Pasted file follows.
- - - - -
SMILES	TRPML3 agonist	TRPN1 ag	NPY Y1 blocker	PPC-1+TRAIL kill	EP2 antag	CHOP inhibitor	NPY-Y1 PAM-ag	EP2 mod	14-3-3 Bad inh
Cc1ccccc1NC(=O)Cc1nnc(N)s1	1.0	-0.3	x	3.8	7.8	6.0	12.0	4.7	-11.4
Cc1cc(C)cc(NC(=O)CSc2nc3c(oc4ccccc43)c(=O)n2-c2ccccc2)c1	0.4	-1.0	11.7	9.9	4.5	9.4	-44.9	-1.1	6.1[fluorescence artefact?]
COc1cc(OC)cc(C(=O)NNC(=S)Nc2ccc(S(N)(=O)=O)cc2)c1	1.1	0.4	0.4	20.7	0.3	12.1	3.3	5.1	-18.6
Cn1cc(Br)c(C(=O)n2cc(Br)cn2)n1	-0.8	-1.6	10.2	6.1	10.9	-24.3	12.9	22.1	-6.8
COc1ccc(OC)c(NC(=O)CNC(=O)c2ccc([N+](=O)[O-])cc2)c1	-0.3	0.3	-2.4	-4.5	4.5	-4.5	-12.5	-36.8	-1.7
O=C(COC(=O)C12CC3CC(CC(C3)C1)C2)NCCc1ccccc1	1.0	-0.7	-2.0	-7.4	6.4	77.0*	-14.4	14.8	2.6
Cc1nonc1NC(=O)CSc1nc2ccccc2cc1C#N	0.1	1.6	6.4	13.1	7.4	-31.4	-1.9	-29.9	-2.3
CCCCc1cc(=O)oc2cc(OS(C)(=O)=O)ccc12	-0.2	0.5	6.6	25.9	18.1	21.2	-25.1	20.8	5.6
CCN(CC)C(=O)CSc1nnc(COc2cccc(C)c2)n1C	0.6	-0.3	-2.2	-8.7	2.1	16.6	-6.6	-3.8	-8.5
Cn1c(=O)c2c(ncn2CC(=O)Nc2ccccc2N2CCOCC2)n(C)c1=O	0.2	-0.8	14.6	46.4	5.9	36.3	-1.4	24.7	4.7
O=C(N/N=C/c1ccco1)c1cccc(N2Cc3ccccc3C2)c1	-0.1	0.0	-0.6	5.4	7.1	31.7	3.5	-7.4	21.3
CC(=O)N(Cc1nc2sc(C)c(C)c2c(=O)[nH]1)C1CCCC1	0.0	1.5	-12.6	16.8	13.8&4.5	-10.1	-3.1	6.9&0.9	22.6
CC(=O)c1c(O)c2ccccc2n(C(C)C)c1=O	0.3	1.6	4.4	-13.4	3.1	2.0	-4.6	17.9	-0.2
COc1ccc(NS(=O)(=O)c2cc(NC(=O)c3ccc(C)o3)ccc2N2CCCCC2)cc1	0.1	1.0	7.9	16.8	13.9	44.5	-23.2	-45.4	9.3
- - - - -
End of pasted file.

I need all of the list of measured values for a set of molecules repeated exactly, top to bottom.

SMILES	TRPML3 agonist	TRPN1 ag	NPY Y1 blocker	PPC-1+TRAIL kill	EP2 antag	CHOP inhibitor	NPY-Y1 PAM-ag	EP2 mod	14-3-3 Bad inh
Cc1ccccc1NC(=O)Cc1nnc(N)s1	1.0	-0.3	x	3.8	7.8	6.0	12.0	4.7	-11.4
Cc1cc(C)cc(NC(=O)CSc2nc3c(oc4ccccc43)c(=O)n2-c2ccccc2)c1	0.4	-1.0	11.7	9.9	4.5	9.4	-44.9	-1.1	6.1[fluorescence artefact?]
COc1cc(OC)cc(C(=O)NNC(=S)Nc2ccc(S(N)(=O)=O)cc2)c1	1.1	0.4	0.4	20.7	0.3	12.1	3.3	5.1	-18.6
Cn1cc(Br)c(C(=O)n2cc(Br)cn2)n1	-0.8	-1.6	10.2	6.1	10.9	-24.3	12.9	22.1	-6.8
COc1ccc(OC)c(NC(=O)CNC(=O)c2ccc([N+](=O)[O-])cc2)c1	-0.3	0.3	-2.4	-4.5	4.5	-4.5	-12.5	-36.8	-1.7
O=C(COC(=O)C12CC3CC(CC(C3)C1)C2)NCCc1ccccc1	1.0	-0.7	-2.0	-7.4	6.4	77.0*	-14.4	14.8	2.6
Cc1nonc1NC(=O)CSc1nc2ccccc2cc1C#N	0.1	1.6	6.4	13.1	7.4	-31.4	-1.9	-29.9	-2.3
CCCCc1cc(=O)oc2cc(OS(C)(=O)=O)ccc12	-0.2	0.5	6.6	25.9	18.1	21.2	-25.1	20.8	5.6
CCN(CC)C(=O)CSc1nnc(COc2cccc(C)c2)n1C	0.6	-0.3	-2.2	-8.7	2.1	16.6	-6.6	-3.8	-8.5
Cn1c(=O)c2c(ncn2CC(=O)Nc2ccccc2N2CCOCC2)n(C)c1=O	0.2	-0.8	14.6	46.4	5.9	36.3	-1.4	24.7	4.7
O=C(N/N=C/c1ccco1)c1cccc(N2Cc3ccccc3C2)c1	-0.1	0.0	-0.6	5.4	7.1	31.7	3.5	-7.4	21.3
CC(=O)N(Cc1nc2sc(C)c(C)c2c(=O)[nH]1)C1CCCC1	0.0	1.5	-12.6	16.8	13.8&4.5	-10.1	-3.1	6.9&0.9	22.6
CC(=O)c1c(O)c2ccccc2n(C(C)C)c1=O	0.3	1.6	4.4	-13.4	3.1	2.0	-4.6	17.9	-0.2
COc1ccc(NS(=O)(=O)c2cc(NC(=O)c3ccc(C)o3)ccc2N2CCCCC2)cc1	0.1	1.0	7.9	16.8	13.9	44.5	-23.2	-45.4	9.3